Africa has been declared free from wild poliovirus. The milestone comes four years after Nigeria – the last polio-endemic country in Africa – recorded its final case of wild poliovirus.
“Rotary International and its partners in the Global Polio Eradication Initiative (GPEI) are proud to announce a historic public health achievement as the World Health Organization’s African region is now certified wild poliovirus-free,” said Rotary International President Holger Knaack.
Over the course of the effort, nine billion dosages of oral polio vaccine were administered by the independent body and, hundreds of millions of children were immunised.
Hence, 1.8 million cases of wild poliovirus were averted throughout the region.
“In the face of a pandemic, the world has had very little good news to celebrate in global health this year and the challenges ahead are formidable,” said Knaack.
The road to the African region’s wild poliovirus-free certification has been paved by the dedication of health workers — mainly women, who reached children with the polio vaccine; those who found solutions for reaching children in regions rife with conflict and insecurity; those leading surveillance activities to test cases of paralysis and check sewage for the virus, and the leadership of all 47 countries in the African region.
“We have been painstakingly working toward this day since 1996, when Rotary and its GPEI partners first joined with Nelson Mandela to mobilize leaders across the continent to commit to reaching every child with the polio vaccine,” said Dr. Tunji Funsho, chair of Rotary’s Nigeria National PolioPlus Committee.
Funsho added: “We still have important work to do, but this achievement shows that with collaboration, and political and financial support, the global eradication of polio is possible.”
Deepak Kapur, Chairman, Rotary International’s India National PolioPlus Committee, added: “With this announcement, five out of the six World Health Organization (WHO) regions are now wild polio-free, serving as much-needed encouragement for the hundreds of thousands of frontline health workers who have been fighting tirelessly to keep children worldwide safe and immunized against polio and other vaccine-preventable diseases, even in the midst of the Covid-19 pandemic.”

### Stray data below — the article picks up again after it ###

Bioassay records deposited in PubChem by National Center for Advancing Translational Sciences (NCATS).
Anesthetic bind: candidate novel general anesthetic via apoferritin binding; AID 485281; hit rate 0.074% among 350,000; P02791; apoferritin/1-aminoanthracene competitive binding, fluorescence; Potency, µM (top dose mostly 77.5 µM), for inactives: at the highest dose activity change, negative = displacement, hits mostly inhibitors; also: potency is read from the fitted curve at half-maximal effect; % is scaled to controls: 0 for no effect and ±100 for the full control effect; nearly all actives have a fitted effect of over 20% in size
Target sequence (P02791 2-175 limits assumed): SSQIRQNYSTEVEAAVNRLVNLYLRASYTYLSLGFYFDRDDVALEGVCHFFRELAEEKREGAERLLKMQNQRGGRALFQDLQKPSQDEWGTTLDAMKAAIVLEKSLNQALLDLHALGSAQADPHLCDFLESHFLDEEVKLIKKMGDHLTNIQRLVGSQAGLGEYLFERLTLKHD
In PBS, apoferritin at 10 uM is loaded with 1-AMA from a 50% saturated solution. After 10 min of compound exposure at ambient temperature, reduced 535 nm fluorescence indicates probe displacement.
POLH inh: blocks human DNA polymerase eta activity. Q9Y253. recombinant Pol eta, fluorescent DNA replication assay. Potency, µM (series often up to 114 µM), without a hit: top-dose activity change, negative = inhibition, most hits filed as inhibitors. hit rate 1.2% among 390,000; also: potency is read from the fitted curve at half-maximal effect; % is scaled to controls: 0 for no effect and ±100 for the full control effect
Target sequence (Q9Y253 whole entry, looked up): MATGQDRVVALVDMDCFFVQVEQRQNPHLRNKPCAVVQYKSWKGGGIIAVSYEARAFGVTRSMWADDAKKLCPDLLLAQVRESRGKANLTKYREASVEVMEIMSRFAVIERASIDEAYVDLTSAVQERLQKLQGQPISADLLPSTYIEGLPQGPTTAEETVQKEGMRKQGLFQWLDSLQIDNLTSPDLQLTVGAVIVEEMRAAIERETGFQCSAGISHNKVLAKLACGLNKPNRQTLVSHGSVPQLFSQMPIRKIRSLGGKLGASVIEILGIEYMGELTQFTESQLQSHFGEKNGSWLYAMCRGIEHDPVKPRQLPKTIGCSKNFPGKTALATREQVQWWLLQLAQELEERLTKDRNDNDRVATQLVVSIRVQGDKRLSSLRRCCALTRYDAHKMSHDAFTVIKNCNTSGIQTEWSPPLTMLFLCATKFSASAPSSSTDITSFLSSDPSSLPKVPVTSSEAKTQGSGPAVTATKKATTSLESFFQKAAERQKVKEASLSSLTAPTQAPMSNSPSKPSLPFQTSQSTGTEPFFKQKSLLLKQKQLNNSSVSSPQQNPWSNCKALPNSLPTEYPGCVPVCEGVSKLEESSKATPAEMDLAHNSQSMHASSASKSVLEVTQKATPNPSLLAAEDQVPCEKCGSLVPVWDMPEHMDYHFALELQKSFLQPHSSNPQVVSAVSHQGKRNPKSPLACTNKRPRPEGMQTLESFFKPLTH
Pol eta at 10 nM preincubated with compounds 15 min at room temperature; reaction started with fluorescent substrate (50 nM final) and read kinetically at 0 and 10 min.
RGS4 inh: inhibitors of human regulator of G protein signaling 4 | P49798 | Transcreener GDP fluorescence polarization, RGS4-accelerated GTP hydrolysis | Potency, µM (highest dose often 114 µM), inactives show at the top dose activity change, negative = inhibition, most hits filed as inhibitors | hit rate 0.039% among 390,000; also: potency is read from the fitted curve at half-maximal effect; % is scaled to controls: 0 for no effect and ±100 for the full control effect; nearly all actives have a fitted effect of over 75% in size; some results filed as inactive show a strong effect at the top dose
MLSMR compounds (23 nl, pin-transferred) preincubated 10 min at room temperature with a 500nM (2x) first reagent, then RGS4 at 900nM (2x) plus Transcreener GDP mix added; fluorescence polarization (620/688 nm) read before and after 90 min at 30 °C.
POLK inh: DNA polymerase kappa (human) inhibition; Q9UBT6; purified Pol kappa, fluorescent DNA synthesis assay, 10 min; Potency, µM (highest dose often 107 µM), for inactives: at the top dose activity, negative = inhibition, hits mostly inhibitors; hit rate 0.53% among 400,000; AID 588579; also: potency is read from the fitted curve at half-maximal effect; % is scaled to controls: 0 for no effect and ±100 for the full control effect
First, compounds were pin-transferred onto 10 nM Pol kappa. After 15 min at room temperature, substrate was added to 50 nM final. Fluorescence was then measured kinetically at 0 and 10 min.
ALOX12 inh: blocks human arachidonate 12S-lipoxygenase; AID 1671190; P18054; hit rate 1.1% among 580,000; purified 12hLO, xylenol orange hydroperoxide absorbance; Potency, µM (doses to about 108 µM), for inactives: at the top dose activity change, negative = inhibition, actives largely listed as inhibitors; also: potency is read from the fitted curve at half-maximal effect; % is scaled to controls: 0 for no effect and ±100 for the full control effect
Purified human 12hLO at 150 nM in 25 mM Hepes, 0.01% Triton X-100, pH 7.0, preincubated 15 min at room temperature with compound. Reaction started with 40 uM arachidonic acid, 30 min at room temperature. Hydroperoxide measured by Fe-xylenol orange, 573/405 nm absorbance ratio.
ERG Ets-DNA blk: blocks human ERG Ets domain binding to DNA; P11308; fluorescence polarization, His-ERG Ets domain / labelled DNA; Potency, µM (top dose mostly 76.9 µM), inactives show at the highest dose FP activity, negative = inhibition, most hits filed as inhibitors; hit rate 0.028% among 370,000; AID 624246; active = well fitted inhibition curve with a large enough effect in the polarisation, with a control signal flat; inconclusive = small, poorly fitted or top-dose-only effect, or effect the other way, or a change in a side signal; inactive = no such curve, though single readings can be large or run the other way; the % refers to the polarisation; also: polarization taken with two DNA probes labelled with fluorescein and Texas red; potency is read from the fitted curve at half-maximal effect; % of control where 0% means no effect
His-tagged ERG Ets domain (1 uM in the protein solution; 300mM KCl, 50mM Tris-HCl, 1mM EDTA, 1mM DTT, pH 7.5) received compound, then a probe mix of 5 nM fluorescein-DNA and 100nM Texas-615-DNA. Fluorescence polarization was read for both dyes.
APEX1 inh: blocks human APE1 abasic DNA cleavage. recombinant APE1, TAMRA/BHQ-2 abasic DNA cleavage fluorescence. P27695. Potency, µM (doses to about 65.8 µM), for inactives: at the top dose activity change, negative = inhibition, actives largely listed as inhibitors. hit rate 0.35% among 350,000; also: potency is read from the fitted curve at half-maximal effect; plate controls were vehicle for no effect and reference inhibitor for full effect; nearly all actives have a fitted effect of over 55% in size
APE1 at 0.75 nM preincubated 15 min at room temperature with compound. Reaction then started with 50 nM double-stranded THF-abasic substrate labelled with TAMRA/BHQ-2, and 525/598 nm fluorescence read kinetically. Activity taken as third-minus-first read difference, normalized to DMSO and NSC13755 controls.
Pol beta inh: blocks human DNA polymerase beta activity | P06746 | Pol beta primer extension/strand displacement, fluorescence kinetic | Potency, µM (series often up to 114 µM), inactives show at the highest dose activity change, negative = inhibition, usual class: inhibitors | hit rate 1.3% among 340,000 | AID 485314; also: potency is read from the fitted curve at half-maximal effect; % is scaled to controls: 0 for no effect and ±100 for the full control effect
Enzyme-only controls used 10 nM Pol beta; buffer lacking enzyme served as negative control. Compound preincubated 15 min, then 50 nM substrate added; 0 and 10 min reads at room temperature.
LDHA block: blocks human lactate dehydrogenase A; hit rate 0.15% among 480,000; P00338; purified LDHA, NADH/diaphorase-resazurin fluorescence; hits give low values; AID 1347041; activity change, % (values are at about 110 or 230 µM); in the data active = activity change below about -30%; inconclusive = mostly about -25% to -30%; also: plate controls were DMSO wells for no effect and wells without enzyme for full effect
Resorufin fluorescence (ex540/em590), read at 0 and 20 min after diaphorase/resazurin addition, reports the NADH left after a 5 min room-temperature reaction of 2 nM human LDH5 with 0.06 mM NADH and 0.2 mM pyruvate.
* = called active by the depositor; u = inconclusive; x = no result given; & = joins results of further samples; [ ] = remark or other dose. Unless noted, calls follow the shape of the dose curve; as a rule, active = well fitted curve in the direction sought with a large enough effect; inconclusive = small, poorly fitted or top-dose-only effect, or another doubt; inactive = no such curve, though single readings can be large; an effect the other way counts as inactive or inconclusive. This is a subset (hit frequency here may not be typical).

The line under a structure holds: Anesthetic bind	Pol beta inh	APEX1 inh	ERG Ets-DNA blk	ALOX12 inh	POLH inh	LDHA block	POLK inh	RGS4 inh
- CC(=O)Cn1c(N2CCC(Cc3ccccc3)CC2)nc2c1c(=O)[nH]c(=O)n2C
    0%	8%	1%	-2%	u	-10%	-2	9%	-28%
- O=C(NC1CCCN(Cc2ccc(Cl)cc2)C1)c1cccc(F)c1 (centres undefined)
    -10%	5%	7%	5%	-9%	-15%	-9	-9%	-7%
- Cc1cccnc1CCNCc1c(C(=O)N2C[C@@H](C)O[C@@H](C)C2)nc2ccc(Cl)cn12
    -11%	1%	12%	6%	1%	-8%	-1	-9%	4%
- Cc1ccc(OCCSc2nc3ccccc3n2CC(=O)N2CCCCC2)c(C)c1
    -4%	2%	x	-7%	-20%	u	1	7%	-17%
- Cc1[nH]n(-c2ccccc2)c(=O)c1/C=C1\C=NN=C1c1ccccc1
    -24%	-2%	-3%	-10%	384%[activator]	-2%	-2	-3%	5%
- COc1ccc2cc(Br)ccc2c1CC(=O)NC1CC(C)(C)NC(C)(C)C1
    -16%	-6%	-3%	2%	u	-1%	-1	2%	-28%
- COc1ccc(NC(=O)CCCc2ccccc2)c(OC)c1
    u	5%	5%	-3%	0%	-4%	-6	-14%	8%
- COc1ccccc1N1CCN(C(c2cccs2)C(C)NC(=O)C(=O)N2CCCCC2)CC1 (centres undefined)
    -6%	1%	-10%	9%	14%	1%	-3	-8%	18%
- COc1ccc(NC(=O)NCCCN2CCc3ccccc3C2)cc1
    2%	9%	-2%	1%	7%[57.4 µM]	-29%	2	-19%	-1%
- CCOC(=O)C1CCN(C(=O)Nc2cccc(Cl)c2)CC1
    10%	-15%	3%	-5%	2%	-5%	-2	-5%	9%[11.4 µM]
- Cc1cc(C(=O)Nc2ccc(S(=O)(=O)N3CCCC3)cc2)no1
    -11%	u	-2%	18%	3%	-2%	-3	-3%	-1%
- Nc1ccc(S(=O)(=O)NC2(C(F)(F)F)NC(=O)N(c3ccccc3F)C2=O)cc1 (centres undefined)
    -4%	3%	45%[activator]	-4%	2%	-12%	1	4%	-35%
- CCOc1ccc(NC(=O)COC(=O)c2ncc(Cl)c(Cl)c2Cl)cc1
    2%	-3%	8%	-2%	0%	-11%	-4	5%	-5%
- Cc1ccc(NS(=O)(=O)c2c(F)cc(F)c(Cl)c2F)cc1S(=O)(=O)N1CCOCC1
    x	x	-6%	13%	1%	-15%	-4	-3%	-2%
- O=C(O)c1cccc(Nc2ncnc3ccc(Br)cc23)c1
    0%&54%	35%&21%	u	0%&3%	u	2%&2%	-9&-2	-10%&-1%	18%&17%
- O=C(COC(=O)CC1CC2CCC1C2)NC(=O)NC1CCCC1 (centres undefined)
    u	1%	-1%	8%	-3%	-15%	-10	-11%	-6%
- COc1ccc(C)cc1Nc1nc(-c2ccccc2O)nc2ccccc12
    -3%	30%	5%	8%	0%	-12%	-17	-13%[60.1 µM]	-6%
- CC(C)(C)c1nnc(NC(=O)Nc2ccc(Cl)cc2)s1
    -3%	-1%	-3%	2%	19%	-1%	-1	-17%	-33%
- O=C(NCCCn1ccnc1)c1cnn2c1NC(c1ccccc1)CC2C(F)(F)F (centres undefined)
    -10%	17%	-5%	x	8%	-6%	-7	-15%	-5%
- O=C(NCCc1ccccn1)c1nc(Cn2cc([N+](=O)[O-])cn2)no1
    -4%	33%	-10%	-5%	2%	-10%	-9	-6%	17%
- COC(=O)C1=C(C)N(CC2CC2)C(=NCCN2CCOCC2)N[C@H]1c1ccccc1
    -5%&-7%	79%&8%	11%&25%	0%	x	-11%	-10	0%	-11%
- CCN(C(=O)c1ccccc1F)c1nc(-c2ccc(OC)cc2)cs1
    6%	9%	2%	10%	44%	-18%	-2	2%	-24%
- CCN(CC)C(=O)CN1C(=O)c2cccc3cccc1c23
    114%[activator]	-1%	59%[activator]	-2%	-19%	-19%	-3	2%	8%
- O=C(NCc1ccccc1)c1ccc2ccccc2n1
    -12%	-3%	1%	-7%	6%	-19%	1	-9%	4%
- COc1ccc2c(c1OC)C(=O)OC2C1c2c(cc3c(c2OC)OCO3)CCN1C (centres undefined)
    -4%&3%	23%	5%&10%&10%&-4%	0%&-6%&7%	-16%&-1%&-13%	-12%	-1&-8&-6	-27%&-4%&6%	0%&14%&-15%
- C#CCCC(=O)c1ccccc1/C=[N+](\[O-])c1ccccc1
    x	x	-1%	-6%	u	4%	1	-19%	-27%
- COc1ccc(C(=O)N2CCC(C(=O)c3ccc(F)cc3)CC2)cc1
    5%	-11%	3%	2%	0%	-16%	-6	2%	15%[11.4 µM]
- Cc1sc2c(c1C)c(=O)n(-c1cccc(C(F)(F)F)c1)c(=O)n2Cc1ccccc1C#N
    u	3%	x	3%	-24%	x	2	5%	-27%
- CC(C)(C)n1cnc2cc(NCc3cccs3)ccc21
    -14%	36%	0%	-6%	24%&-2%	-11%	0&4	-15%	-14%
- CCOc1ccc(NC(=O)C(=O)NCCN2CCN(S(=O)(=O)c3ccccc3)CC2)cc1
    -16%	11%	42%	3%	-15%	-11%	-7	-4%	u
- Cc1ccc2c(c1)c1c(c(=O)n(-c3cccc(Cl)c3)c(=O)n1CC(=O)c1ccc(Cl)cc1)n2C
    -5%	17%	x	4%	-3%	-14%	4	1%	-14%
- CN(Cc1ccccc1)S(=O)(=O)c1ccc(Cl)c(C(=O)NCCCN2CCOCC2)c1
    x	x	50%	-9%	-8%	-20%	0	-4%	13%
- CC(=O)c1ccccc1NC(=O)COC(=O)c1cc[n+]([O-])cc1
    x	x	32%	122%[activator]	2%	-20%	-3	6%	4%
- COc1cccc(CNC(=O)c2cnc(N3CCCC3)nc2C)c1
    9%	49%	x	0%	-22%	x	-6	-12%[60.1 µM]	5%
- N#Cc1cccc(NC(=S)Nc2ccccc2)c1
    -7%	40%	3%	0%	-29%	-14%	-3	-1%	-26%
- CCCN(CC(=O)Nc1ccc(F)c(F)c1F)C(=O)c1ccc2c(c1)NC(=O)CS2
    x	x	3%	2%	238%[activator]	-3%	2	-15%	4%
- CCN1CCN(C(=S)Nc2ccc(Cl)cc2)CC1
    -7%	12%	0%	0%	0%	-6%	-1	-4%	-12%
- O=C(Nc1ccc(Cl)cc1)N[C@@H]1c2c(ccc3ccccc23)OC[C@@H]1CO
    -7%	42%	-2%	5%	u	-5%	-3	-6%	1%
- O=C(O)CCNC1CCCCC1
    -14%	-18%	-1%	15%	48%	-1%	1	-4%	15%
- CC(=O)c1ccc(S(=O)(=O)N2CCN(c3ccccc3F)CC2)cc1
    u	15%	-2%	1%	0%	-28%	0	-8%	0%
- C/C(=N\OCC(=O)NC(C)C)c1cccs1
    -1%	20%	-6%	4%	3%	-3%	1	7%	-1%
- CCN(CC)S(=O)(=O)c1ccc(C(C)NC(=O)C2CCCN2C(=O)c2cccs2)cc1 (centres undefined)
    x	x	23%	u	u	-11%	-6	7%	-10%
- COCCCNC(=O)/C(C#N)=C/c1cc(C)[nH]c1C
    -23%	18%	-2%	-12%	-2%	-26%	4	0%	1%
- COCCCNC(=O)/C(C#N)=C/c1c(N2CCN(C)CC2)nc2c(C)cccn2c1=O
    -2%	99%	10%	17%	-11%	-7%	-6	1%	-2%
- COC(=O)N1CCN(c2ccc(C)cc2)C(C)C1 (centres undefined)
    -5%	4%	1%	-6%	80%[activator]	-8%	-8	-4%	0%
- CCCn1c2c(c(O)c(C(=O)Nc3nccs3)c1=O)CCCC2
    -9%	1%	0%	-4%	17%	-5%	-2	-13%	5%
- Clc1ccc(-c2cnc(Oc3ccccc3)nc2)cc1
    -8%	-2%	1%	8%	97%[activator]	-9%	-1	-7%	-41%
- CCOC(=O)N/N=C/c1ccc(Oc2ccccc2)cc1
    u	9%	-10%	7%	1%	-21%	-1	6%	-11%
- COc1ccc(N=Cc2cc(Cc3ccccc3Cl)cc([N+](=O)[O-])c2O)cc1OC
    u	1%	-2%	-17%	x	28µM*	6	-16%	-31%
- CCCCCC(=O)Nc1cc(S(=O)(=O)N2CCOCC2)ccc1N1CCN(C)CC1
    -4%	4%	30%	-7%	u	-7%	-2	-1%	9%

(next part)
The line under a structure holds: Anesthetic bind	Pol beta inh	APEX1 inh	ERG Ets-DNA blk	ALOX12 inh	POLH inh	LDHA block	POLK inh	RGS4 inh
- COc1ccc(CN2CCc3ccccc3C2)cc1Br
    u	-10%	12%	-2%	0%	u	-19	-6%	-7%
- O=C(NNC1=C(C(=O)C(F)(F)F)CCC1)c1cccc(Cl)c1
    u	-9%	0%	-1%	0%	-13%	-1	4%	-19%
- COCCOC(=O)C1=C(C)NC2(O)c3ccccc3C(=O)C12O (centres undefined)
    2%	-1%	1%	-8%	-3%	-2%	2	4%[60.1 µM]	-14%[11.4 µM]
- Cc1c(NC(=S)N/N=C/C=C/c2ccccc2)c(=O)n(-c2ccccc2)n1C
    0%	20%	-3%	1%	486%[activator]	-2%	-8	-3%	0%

South Africa’s tourism sector has witnessed a rebound since the country further eased its Covid-19 lockdown restrictions last week.
In the past few days, locals have frequented tourist destinations, including national parks, theme parks, amusement parks, water parks, family entertainment centres, zoos, aquariums, science centres, nature and game reserves, Xinhua news agency reported on Monday.
The South African National Parks (SANParks) has reported a massive rush in bookings, causing its website to crash last week.
Other travel agencies have also seen an increased volume of hotel reservations.
On August 18, South Africa eased the lockdown restrictions from level three to two, under which citizens can move across provincial borders for all purposes, including leisure.
International tourism, however, is still prohibited.
The tourism sector was shut down completely on March 27 when the lockdown was enforced to curb the spread of the virus.
With the re-opening of tourism, the government expects to forge a new path toward recovery as many people in the sector return to work to provide for their families following months of hardship, Tourism Minister Mmamoloko Kubayi-Ngubane said.
“We encourage South Africans to not only support the tourism sector to preserve the business and the jobs but also to enjoy their beautiful country after months of being in their homes,” Kubayi-Ngubane said while issuing directives for the re-opening of the tourism sector.
Income for the tourist accommodation industry fell 98 per cent in May 2020 compared with same month last year, according to the Tourism Business Council of South Africa.
The tourism sector lost more than 68 billion rand ($4 billion) due to the national lockdown, the TBCSA said.
About 600,000 direct tourism jobs will be lost in 2020 due to the pandemic, the council said.
As of Monday, the total number of coronavirus cases in South Africa stood at 609,773, the fifth highest in the world, while the death toll increased to 13,059.